This morning I opened e-mail to find a message that said, in part:
...I guess companies aren't using resumes any longer, so I'd like to inquire about a bio...
I have recently seen some articles – and heard a lot of talk – claiming that the resume is dead. The assertions range from “the bio is king” to “LinkedIn has killed the resume.” While these statement are certainly eye catching, they aren’t telling the whole story.
I don't want to bury the big news. The resume is still an integral part of the job search process.
The claim that the bio is “the new resume” is based on the premise that a bio is a more personal approach and that this kind of disclosure resonates more with readers. This does not mean it is a replacement for the resume. It simply means that a bio might be – in some situations – a compliment to a resume. This assertion also speaks to a more modern (and common) approach to the resume itself; using it as a marketing piece that goes beyond “just the facts” and begins to share how you will fit into an organization.
Even LinkedIn profiles, which are more resume-like than a bio, are not a replacement. LinkedIn profiles are excellent networking tools and a critical part of the job search process. However, not every organization is using LinkedIn, which means you may be missing out on key opportunities. Those that do will likely still request your resume. Besides, even a well executed LinkedIn profile can't compare to a sharp, compelling and well formatted resume.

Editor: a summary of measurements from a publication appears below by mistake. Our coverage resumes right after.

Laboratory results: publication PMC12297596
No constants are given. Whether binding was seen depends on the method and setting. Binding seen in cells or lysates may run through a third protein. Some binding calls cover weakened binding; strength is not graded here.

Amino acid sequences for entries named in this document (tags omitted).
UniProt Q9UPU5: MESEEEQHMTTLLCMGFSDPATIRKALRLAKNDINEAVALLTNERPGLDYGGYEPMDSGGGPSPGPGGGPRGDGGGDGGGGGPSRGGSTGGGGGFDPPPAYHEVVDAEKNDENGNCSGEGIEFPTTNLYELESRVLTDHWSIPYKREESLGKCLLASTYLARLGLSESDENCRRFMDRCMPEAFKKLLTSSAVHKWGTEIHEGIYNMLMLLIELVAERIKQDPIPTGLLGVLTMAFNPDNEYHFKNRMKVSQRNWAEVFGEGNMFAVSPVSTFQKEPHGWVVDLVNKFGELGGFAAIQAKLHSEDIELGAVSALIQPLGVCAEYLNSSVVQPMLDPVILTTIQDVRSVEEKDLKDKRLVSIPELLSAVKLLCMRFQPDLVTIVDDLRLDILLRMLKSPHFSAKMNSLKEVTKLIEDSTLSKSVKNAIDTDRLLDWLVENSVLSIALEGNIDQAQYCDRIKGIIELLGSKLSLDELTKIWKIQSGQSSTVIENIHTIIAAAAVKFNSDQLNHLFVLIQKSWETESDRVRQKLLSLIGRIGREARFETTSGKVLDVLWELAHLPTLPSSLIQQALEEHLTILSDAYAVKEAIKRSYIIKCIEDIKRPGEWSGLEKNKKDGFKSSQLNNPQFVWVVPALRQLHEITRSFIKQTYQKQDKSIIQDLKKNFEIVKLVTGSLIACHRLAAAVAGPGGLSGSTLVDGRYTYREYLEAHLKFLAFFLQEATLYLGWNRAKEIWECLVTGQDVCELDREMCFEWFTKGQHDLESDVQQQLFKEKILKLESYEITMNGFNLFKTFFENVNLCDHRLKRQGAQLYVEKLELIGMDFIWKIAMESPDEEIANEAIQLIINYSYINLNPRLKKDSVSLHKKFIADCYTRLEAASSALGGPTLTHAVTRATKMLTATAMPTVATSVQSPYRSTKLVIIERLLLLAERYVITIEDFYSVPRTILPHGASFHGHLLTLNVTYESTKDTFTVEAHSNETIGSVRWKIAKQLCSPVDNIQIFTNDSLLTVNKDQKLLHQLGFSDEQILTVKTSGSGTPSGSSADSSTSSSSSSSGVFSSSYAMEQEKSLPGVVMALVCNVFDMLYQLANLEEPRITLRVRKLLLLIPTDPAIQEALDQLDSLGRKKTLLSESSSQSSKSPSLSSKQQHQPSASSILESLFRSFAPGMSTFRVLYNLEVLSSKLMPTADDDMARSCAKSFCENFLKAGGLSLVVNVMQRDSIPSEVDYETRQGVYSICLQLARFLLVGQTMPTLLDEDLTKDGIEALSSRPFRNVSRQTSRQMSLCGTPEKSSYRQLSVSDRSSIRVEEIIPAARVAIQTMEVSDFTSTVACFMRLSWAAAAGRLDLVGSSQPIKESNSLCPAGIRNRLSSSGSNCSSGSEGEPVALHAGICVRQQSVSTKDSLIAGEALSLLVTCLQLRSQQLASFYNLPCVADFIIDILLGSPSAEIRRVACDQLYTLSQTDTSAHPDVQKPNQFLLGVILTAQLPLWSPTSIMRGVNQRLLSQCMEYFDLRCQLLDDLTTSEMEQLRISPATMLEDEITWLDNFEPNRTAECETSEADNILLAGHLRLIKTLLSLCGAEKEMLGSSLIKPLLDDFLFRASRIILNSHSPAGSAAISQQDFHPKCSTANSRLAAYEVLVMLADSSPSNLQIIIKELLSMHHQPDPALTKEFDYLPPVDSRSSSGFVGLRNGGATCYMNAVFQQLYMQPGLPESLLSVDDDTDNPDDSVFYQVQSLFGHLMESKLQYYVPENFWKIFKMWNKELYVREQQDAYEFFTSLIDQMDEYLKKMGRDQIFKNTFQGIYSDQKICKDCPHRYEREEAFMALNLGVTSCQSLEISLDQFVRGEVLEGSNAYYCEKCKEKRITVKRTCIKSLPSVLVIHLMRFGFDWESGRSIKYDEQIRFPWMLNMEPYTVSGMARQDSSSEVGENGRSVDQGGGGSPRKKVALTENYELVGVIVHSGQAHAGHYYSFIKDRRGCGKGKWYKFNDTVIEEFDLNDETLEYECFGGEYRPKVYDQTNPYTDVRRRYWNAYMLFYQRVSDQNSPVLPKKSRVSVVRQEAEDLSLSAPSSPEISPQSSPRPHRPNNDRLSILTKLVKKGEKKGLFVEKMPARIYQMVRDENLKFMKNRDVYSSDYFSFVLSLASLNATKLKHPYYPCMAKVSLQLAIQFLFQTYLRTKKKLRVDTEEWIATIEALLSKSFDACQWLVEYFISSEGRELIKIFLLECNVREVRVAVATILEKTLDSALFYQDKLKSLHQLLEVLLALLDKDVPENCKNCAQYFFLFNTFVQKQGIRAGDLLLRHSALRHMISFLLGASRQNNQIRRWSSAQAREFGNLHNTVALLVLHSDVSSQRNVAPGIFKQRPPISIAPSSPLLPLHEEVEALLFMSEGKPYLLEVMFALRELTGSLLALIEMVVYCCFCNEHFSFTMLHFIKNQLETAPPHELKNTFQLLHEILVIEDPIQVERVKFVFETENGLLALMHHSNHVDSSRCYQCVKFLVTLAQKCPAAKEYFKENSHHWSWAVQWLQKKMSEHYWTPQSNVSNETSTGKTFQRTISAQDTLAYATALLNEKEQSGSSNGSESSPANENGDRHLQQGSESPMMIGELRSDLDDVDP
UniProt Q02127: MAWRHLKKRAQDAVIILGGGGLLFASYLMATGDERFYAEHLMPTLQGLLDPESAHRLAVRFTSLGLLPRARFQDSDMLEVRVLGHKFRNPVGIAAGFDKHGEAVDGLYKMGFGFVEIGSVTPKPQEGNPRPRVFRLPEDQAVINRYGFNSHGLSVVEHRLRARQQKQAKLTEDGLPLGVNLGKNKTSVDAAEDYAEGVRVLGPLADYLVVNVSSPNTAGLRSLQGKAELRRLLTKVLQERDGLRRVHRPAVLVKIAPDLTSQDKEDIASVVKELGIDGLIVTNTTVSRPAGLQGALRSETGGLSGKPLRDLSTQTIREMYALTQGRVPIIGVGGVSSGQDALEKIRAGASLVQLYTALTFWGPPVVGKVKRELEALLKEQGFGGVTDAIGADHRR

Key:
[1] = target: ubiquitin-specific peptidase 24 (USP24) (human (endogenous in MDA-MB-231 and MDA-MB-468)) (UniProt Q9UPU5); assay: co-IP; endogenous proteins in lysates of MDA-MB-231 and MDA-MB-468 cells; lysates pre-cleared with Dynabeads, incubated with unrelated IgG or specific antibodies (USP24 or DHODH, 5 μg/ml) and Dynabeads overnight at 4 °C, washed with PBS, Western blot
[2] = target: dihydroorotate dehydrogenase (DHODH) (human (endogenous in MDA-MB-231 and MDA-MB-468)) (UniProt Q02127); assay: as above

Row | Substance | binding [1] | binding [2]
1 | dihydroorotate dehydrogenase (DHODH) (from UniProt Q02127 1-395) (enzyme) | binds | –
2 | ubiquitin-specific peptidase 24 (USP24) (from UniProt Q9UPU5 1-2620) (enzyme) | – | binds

When considering emerging employment and resume trends or whether or not you even need a resume, it is important to consider the full process. The resume still serves as a core marketing piece as you are sold to key decision makers in an organization. It may also be required to get you through mandatory automated screening processes.
Whatever the case, the resume is not dead. It – like the entire employment landscape – is simply evolving (thankfully!).
Get in touch with questions. I'd love to help.
Have a great week.